Sinn Féin's Gerry Kelly has accused Northern Ireland's unionist parties of engaging in a "sham fight" after a leading member of the DUP has said that the party will move to exclude Sinn Féin from the Northern Ireland executive. 

Jeffrey Donaldson said his party would not hesitate to act unilaterally if others did not support any future move to exclude Sinn Féin from the coalition administration.

A DUP delegation were to meet Northern Ireland Secretary Theresa Villiers in Belfast to discuss the furore sparked by the recent murder of IRA man Kevin McGuigan in the city and a police assessment that Provisional IRA members were involved.

The DUP's main electoral rivals, the Ulster Unionists, are set to resign from the Stormont Executive next week over the revelations.

Mr Kelly said "the unionist parties are engaged in a sham fight which is all about the electoral rivalry between the two parties."

"This is an attempt to punish a section of a community for the actions of a few criminals. Let me be clear the days of exclusion and discrimination are over and they aren't coming back.

"Sinn Féin will robustly defend our electoral mandate and we won't allow a electoral contest within unionism to deflect us from representing the people from all over this island who elect us.

"The emerging political crisis is a distraction from the real work which needs to be done in facing up to the Tory cuts which are damaging our frontline public services."

Speaking earlier on RTÉ’s Morning Ireland, Mr Donaldson, a Westminster MP and not an Assembly member, indicated he believed a way could be found out of the growing political crisis. 

However, he later gave an interview to BBC Radio 4 in which he said "we are going to move to exclude Sinn Féin from the government".

He also said if the other parties were not prepared to support the move, then the DUP "will act unilaterally and if that means we have a period when we don't have a government until we resolve and sort out these issues, then so be it".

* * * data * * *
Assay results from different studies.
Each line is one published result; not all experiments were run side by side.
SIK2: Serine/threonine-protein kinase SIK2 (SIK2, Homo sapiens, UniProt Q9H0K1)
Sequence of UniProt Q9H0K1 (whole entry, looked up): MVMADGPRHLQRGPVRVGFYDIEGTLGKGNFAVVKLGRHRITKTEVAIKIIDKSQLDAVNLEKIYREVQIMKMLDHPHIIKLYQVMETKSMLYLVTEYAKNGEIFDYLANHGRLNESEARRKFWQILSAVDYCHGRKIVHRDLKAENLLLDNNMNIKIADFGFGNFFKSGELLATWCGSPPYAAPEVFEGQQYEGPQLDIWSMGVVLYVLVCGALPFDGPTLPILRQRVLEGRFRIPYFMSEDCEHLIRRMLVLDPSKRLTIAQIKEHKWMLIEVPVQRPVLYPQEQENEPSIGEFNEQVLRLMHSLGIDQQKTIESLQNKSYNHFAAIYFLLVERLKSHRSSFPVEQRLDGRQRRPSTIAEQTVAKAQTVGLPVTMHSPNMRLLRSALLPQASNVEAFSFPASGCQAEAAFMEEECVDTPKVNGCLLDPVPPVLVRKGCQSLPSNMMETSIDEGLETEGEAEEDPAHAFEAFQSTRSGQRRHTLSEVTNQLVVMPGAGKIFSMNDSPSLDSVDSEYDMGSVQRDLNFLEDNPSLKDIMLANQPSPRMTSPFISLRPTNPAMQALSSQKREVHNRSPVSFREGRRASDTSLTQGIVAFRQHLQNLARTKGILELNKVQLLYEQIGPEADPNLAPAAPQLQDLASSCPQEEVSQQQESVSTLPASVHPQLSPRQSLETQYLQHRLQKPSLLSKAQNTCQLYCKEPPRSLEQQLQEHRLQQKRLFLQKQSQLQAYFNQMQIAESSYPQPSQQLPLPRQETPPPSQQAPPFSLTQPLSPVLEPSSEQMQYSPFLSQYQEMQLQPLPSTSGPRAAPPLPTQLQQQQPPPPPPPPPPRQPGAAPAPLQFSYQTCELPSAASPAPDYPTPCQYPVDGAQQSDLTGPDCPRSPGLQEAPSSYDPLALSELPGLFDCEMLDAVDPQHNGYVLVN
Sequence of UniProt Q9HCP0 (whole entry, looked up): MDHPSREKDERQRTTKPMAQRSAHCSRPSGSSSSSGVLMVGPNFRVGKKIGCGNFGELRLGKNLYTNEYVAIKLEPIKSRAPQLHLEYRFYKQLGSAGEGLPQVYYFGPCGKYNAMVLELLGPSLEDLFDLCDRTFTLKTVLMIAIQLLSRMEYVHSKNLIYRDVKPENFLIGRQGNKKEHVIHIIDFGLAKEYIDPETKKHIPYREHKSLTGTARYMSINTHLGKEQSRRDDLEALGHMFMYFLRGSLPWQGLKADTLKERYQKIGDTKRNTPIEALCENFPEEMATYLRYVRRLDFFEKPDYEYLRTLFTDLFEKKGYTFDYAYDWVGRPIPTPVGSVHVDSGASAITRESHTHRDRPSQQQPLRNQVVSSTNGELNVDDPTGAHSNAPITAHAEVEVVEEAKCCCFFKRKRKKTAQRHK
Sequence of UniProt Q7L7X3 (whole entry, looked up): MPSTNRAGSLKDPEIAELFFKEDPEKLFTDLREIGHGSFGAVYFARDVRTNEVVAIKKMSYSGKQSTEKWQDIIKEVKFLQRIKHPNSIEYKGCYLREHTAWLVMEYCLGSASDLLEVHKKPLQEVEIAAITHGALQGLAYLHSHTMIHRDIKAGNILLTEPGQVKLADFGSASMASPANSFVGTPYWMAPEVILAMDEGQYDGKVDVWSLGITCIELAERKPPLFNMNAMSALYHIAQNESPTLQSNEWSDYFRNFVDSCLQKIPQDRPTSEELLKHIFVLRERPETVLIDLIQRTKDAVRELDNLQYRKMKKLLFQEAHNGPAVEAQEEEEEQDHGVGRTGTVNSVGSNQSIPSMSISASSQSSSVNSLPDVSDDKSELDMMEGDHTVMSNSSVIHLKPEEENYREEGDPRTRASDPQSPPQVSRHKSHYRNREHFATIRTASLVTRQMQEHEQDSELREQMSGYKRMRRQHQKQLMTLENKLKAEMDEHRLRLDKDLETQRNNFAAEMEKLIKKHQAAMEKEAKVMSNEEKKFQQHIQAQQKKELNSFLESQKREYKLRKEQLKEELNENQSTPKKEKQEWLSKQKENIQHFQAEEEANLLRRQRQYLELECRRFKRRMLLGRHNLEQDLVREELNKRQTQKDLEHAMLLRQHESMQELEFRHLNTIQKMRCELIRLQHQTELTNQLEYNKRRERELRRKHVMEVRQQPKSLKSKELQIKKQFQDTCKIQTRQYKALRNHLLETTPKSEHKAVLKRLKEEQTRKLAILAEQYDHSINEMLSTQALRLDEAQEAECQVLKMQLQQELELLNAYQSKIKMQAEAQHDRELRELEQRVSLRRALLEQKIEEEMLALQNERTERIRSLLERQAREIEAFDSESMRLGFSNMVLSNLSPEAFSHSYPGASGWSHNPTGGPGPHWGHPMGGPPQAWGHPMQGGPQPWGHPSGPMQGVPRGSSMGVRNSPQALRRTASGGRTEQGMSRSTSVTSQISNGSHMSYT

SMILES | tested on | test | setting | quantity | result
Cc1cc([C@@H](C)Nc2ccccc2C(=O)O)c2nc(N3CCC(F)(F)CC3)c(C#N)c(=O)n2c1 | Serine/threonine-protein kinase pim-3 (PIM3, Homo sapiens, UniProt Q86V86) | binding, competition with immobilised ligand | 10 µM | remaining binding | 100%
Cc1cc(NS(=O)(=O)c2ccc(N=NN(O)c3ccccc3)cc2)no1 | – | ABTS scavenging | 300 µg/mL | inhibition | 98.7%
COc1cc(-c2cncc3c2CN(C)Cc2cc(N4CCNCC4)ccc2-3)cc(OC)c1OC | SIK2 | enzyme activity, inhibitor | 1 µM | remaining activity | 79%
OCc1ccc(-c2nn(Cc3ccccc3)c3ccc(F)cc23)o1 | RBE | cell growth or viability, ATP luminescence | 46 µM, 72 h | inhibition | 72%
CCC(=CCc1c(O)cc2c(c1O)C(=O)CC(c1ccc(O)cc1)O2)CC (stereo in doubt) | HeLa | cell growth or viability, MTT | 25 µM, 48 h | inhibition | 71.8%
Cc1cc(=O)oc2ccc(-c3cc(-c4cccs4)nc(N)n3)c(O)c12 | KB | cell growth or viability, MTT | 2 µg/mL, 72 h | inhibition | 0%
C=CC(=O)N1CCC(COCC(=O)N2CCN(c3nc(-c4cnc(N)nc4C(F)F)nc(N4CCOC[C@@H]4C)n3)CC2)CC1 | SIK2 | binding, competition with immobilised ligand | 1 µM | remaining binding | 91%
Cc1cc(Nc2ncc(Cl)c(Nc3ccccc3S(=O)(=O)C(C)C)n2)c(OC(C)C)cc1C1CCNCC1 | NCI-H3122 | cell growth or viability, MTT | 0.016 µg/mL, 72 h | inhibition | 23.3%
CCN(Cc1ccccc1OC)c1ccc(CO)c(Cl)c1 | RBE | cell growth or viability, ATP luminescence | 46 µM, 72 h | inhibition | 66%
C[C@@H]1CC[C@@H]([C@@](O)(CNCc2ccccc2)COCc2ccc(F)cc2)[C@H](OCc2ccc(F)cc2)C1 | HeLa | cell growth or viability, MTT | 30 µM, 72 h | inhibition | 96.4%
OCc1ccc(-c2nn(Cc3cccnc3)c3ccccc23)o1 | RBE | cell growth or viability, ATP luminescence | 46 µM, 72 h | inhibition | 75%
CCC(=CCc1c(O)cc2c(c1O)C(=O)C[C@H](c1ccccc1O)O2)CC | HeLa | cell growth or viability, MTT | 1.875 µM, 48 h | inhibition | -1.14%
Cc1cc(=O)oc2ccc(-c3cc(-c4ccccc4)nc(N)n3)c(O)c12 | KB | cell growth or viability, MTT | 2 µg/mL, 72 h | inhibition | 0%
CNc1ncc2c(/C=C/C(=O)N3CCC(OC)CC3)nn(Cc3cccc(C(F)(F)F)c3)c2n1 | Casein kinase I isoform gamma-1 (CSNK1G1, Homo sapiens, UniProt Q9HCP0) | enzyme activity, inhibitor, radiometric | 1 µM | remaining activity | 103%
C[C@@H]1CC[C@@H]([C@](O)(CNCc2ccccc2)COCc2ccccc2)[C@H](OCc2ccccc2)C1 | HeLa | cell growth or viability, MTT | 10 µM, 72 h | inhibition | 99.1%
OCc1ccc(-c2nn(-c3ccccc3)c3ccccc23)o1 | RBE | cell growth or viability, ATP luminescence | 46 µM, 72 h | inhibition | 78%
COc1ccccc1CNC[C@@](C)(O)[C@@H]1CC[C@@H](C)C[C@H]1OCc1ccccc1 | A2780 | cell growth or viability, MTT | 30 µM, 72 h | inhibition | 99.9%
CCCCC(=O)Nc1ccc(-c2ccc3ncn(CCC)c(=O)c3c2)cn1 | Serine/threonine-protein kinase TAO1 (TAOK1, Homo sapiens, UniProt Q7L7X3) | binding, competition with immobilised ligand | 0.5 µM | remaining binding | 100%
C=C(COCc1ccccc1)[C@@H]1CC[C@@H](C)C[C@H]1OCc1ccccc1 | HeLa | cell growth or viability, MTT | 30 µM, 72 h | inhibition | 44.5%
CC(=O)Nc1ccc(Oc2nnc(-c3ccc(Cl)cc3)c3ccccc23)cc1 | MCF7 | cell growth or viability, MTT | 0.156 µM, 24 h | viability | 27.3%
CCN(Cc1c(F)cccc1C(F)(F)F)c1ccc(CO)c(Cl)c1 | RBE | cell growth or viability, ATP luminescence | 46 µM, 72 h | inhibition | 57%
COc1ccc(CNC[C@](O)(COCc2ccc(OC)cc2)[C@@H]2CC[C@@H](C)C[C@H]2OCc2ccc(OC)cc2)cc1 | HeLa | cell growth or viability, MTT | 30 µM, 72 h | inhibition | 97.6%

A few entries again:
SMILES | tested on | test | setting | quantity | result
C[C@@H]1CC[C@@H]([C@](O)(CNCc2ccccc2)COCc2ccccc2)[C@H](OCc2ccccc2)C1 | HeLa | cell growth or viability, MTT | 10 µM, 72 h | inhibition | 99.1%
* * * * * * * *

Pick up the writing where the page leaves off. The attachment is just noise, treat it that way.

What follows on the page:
While the dramatic walkout by the UUP, one of the three minor coalition partners, will not automatically trigger the collapse of the administration, it does throw its future into serious doubt, as it mounts pressure on the DUP to follow suit.

If the DUP - Northern Ireland's largest party - left the Executive, it would fold immediately.

A bid by the DUP to exclude Sinn Féin from the administration would need the support of Ms Villiers and other Executive parties.

But in the absence of obtaining that backing, the DUP could bring down the institutions by resigning its First Minister post, held by Peter Robinson.

DUP MLA and MP Gregory Campbell said he expects Ms Villiers to exercise her powers in relation to the Assembly and exclude Sinn Féin.

Speaking to RTÉ’s Today with Keelin Shanley, Mr Campbell said it is not tenable to have a party in power with paramilitary links.

He said that if Ms Villiers does not plan to take action, then that can be done by the Assembly.

Sinn Féin TD Pearse Doherty, speaking on Morning Ireland, said the decision of the UUP to recommend pulling out of the Assembly was political opportunism.

He said the focus should be on the police investigation into this murder and others.

"Sinn Féin will continue as it has always done to assist the PSNI in relation to their investigation and to make sure that whoever carried out this killing and other killings in the north are brought to justice,” he said.